Consumers, packaging and the new normal

Even before Covid-19 hit, brand owners faced various issues relating to consumer's relationship with their products. These issues varied in size, magnitude, & urgency. However, at the crux, once all the layers have been peeled back, packaging challenges broadly revolve around one of the following four themes - sustainabilitycost, performance, and convenience.

But has the pandemic made a difference to consumer's perception of packaging and what does a post-Covid world hold for brands and the packaging industry in general?

It’s fair to say that, as with so much in life, consumer’s perception of packaging has been transformed by the pandemic. It’s also difficult to say at this point just how much life will change when we emerge from it. A number of major packaging trends have certainly been affected or exacerbated at the very least, however. These are likely to have a profound impact on packaging over the next few years and brands should re-evaluate their strategies accordingly.

Societal changes and consumer preference are likely to force the industry to move beyond purely thinking about cost, performance and convenience to ensuring that packaging is hygienic, sustainable, and aligned towards e-commerce. These megatrends can largely be capsulated by the following;


The push towards sustainable packaging took a long time to embed in consumer’s minds pre-Covid-19, and awareness had risen to a high-point just before the pandemic took hold. It’s fair to say that sustainability concerns took a bit of a back seat at the start of the pandemic, but this is unlikely to continue. The demand for sustainable packaging that emerged before the pandemic will almost certainly pick up pace. 

Achieving sustainability goals set out by companies will be increasingly challenging given new hygiene requirements of consumers, and brand owners should now re-evaluate and reset goals in line with this.

The general public remain committed and engaged with sustainable packaging and businesses should continue to meet challenges in this space. Increasingly, consumers are choosing to engage with brands that are sustainable in their approach so leadership in this area will be key.

Rise of ecommerce

Whilst sustainability may have temporarily taken a back seat at the start of the pandemic, e-commerce certainly did not, as lockdown and home working across the world prompted a boom in online purchases. This has had a significant impact on the packaging requirements of both consumers and retailers alike.

Much of today’s packaging has been optimised for bricks and mortar shopping and traditional supply chains, not online shipping and increased demands on packs through extreme handling. In the ecommerce world, brands need to ensure that packs are robust enough to protect the product throughout its new journey into consumer hands.

Ecommerce supply chains involve many more touchpoints and additional demands are placed on packaging. Products sold online often have enhanced or additional packaging requirements as a result. This may impact upon brand sustainability commitments to reduce and remove packaging wherever possible. All at a time when sustainable packaging remains as important as ever through the eyes of a consumer; excess packaging materials can turn off buyers, will be challenged on social media and can even push them towards competitor products. It’s therefore important to strike an optimal balance of product protection without using packaging to excess.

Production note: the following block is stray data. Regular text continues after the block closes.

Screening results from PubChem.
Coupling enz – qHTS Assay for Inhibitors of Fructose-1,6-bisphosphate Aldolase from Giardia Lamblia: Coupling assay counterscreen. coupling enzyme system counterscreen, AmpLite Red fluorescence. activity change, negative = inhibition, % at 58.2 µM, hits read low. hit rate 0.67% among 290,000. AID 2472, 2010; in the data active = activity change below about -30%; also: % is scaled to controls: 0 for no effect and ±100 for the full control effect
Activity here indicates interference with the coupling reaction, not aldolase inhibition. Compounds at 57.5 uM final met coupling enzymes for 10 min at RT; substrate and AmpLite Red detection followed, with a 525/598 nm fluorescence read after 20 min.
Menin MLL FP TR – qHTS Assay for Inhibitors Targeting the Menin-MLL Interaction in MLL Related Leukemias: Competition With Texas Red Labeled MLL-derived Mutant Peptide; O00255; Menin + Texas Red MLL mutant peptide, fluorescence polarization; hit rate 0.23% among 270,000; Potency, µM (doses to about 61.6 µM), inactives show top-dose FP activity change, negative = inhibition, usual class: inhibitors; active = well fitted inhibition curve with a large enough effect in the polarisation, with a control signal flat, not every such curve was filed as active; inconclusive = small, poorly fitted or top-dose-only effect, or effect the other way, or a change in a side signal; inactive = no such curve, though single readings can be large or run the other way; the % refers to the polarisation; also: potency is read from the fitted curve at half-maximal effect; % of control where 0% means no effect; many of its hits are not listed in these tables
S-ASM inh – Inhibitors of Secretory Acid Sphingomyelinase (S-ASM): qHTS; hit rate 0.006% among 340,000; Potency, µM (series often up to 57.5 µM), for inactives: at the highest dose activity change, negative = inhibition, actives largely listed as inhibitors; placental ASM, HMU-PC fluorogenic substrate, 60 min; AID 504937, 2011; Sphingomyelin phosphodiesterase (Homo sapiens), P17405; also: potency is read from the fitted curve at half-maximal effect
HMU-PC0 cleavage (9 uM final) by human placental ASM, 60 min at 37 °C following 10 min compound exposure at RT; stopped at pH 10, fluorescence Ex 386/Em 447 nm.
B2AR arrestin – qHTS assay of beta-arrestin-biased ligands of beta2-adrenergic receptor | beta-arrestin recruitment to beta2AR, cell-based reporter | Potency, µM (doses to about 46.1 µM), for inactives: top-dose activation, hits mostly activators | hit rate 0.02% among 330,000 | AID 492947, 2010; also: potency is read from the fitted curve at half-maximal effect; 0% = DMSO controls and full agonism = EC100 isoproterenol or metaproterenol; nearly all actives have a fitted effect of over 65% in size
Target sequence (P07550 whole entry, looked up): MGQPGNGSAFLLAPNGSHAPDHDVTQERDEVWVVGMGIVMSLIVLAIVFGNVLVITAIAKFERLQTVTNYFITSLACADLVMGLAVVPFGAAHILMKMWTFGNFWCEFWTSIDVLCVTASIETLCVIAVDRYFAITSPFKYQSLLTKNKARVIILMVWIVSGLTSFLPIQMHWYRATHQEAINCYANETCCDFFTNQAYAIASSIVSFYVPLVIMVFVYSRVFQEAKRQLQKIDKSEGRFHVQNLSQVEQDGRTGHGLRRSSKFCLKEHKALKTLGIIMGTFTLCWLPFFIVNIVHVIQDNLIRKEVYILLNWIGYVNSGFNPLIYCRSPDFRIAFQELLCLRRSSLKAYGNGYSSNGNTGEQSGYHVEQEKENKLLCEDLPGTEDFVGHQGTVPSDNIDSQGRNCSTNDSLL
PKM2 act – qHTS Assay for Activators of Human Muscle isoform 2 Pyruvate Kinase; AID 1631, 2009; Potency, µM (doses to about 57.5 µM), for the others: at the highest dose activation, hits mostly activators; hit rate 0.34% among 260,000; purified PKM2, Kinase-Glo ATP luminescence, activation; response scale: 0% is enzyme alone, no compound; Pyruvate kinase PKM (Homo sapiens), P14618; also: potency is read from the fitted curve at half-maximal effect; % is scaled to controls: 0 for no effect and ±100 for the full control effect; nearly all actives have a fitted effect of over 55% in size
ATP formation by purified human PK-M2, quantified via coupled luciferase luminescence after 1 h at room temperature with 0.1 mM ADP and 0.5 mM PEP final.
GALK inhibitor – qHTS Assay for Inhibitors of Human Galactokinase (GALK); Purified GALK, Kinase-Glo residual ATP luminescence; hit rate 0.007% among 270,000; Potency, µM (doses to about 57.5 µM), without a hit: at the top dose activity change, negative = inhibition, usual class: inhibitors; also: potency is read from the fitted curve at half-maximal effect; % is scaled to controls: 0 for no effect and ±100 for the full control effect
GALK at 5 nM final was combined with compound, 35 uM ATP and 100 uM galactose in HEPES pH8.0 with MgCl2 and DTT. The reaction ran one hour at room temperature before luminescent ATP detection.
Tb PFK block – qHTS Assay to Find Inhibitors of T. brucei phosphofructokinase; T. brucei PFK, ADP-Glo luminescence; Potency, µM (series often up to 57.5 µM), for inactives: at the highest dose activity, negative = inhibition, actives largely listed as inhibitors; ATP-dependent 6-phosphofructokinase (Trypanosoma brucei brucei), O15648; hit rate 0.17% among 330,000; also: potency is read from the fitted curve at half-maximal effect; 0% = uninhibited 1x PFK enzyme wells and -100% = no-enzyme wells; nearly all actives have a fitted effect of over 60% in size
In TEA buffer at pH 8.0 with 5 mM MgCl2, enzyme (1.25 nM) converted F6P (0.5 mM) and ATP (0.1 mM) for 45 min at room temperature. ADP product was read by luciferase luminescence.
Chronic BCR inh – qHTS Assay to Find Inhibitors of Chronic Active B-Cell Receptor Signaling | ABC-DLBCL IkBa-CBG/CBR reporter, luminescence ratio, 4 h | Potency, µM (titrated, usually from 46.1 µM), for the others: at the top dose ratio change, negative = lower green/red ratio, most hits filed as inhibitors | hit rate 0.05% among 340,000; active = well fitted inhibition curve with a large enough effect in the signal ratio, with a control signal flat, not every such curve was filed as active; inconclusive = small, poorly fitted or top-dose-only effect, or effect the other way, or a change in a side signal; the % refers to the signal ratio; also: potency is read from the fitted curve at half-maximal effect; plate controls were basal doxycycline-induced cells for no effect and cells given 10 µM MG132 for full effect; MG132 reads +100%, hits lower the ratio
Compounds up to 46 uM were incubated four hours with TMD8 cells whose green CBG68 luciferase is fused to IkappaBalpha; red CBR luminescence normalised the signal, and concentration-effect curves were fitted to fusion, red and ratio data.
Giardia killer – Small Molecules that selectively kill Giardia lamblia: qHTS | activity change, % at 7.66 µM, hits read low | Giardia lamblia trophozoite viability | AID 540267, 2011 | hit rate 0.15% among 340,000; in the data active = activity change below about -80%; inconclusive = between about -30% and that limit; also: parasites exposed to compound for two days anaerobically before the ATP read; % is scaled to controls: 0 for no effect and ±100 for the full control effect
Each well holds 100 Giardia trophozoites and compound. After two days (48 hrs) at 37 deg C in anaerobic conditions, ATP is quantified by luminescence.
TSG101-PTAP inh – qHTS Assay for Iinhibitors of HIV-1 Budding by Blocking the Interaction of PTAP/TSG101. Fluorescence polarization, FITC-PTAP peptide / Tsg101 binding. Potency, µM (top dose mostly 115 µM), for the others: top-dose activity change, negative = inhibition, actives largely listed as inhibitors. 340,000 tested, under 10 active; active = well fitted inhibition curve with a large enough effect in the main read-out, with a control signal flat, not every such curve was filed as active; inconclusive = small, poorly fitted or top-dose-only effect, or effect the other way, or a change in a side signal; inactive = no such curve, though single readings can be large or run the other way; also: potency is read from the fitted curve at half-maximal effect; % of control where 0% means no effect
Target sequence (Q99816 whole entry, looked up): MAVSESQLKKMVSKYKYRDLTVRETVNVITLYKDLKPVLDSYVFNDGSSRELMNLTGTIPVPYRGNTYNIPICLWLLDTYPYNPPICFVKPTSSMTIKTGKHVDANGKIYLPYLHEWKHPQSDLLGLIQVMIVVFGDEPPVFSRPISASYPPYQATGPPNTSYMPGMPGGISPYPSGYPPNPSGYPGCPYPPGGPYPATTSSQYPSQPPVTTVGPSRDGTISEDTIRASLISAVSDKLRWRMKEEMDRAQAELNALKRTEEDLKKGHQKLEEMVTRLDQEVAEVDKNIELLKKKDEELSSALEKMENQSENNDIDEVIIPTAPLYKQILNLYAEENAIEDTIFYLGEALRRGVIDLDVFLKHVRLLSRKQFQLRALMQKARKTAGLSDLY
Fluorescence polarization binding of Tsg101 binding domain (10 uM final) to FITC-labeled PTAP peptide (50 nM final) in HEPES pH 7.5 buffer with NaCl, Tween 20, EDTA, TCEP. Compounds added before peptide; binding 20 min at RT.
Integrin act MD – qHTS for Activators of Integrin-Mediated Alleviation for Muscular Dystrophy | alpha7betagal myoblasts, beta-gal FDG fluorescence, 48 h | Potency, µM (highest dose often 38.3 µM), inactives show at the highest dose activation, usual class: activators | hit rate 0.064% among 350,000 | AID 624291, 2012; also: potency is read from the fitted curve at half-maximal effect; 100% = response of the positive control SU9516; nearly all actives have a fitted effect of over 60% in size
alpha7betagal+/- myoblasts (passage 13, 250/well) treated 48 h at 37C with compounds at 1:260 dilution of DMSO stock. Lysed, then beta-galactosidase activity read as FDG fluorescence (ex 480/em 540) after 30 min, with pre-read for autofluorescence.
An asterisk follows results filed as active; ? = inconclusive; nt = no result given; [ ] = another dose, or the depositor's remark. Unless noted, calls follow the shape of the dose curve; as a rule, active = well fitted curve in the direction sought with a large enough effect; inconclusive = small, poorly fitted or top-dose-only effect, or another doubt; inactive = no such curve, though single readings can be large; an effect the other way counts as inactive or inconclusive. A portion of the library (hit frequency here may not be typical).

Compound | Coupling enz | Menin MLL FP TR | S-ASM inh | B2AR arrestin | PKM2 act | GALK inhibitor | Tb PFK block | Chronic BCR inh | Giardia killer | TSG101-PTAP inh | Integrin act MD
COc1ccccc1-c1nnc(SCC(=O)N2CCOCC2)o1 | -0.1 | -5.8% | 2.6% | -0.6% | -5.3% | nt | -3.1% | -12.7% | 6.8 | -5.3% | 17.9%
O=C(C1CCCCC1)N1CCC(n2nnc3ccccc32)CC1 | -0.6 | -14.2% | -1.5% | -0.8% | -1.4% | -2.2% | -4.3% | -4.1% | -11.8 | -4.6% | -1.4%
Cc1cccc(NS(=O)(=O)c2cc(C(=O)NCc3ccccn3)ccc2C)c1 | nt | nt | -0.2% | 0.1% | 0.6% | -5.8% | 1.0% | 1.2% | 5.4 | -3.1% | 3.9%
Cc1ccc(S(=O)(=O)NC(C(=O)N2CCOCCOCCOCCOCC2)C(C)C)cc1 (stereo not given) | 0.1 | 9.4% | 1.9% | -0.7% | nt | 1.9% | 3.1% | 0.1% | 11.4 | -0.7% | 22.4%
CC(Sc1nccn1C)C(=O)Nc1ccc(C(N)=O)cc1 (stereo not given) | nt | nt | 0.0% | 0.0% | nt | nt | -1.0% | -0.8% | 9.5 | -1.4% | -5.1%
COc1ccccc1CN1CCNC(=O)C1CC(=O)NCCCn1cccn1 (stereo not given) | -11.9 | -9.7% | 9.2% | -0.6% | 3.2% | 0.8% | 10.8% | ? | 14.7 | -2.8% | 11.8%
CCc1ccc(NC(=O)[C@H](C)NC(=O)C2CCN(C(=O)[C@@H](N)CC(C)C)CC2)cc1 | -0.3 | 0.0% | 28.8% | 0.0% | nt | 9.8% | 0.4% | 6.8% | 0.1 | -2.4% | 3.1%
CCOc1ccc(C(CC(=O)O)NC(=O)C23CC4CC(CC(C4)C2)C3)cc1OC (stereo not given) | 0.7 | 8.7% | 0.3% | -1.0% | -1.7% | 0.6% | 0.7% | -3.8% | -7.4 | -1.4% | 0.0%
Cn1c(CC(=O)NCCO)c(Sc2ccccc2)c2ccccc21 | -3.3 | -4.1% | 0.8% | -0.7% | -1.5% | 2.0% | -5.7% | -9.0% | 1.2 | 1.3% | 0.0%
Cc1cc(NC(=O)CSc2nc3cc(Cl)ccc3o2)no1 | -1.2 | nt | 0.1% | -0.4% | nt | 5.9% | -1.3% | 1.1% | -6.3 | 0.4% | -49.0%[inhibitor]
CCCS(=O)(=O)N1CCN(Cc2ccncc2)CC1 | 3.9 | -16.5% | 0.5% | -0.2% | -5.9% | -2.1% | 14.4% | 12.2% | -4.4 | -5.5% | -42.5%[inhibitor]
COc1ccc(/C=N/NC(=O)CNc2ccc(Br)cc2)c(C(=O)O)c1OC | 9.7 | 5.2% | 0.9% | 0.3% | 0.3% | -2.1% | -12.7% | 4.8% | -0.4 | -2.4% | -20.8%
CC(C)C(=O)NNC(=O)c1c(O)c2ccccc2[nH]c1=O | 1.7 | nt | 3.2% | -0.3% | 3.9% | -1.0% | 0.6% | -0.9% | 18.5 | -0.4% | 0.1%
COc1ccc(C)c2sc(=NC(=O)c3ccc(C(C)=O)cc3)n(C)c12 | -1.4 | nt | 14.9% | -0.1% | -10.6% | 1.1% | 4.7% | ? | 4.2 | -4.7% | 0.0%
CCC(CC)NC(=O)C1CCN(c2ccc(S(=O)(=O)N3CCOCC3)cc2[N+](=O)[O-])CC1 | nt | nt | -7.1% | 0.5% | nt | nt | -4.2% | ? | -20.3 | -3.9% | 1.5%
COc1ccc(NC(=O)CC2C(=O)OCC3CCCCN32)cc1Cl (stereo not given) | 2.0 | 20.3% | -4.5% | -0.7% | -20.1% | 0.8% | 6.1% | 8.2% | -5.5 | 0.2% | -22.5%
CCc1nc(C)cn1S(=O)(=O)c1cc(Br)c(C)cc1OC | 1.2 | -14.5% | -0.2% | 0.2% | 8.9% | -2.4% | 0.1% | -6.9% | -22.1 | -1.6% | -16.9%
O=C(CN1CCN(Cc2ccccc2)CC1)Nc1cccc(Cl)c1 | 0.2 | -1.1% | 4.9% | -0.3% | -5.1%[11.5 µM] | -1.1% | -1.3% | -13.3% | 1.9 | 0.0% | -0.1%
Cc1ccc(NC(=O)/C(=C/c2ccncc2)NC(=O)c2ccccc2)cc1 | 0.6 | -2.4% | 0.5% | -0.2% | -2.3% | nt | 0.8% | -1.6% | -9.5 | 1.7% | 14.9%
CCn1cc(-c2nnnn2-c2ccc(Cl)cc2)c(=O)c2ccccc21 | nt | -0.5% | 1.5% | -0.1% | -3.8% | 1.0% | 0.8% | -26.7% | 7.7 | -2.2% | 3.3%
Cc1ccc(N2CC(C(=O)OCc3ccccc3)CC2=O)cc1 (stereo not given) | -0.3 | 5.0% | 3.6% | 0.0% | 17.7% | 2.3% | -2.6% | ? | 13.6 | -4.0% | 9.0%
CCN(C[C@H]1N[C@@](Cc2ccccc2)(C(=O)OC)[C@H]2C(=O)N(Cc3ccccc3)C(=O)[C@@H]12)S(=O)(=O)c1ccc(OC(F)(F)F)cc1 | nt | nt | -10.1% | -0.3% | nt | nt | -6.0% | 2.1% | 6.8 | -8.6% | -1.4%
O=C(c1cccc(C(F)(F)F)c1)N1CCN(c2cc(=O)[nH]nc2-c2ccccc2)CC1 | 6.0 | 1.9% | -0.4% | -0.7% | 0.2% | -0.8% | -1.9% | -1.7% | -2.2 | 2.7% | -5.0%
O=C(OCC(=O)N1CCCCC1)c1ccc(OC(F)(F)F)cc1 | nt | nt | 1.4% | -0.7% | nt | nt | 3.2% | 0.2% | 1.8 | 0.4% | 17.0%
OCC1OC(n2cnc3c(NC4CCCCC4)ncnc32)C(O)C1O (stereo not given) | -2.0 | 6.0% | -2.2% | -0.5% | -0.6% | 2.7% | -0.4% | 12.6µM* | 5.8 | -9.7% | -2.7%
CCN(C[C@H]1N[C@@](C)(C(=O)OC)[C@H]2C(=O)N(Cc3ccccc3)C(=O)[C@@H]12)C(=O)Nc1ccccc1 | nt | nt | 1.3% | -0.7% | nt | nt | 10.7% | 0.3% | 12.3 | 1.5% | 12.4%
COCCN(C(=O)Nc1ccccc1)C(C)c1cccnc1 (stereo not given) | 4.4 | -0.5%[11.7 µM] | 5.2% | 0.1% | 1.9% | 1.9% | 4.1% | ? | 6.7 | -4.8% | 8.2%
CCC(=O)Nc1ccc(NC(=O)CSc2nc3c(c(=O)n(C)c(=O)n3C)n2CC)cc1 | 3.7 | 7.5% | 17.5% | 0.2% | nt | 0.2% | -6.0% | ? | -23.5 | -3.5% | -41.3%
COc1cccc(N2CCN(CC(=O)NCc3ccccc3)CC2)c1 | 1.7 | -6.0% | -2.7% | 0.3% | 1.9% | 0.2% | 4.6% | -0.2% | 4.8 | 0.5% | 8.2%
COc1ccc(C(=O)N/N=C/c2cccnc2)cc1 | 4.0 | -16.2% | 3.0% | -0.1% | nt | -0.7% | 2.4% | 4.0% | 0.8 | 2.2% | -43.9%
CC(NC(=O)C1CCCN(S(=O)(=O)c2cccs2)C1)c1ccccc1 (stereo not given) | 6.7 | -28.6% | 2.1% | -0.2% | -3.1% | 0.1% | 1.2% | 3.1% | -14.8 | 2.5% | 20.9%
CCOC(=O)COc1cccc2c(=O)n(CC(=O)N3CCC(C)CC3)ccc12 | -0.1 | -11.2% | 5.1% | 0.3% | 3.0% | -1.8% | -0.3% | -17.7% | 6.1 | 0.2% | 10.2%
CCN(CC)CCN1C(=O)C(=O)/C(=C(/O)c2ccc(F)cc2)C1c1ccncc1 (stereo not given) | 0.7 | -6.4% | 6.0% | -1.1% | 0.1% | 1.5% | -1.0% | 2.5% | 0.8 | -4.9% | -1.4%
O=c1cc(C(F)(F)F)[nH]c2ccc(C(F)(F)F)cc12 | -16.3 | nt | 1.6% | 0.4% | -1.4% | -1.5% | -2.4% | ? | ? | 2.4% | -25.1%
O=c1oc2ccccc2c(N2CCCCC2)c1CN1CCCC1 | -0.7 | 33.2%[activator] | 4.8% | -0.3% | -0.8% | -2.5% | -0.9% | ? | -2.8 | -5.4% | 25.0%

For companies leaning into sustainability, ecommerce can actually also provide an opportunity to win over consumers whilst also reducing costs. Right-sizing and optimising packaging to minimise space and material use not only ensures waste reduction but potentially costs as well.

Health and hygiene

New hygiene and safety demands have largely been driven by concerns that Covid-19 may be caught from packaging. Indeed, so pronounced was this fear, that a large percentage of household disinfectant purchases were made to clean products purchased. This has precipitated a rise in single-use packaging, but given ongoing sustainability concerns, this is unlikely to continue. The packaging industry now needs to find ways of offering more hygienic and sustainable solutions. 

Packaging in the new normal

Packaging already fulfills a number of key roles for brands including underpinning buying decisions through the look and feel of the pack; ensuring that the product is easy and cost effective to deliver; and providing consumers with much sought after convenience.  With the aforementioned trends in sight, packaging design will undoubtedly also need to build a strong sustainability narrative into its core. 

As with so many of the trends we’ve been seeing over the past few months, these are not so much new trends, as trends that have been exacerbated by the pandemic, such that they are now taking on even greater importance. One thing’s for sure, packaging remains the best way for brands to differentiate themselves from the competition. Whether it’s through the look or feel of the pack, or the materials used and their sustainability credentials. The new challenge is that they also have to incorporate design features that allow the packaging to be safe, hygienic as well as being optimised for ecommerce shipping. In addition, we shouldn't lose sight of the fact that operating costs need to be kept in check during a period of economic recovery.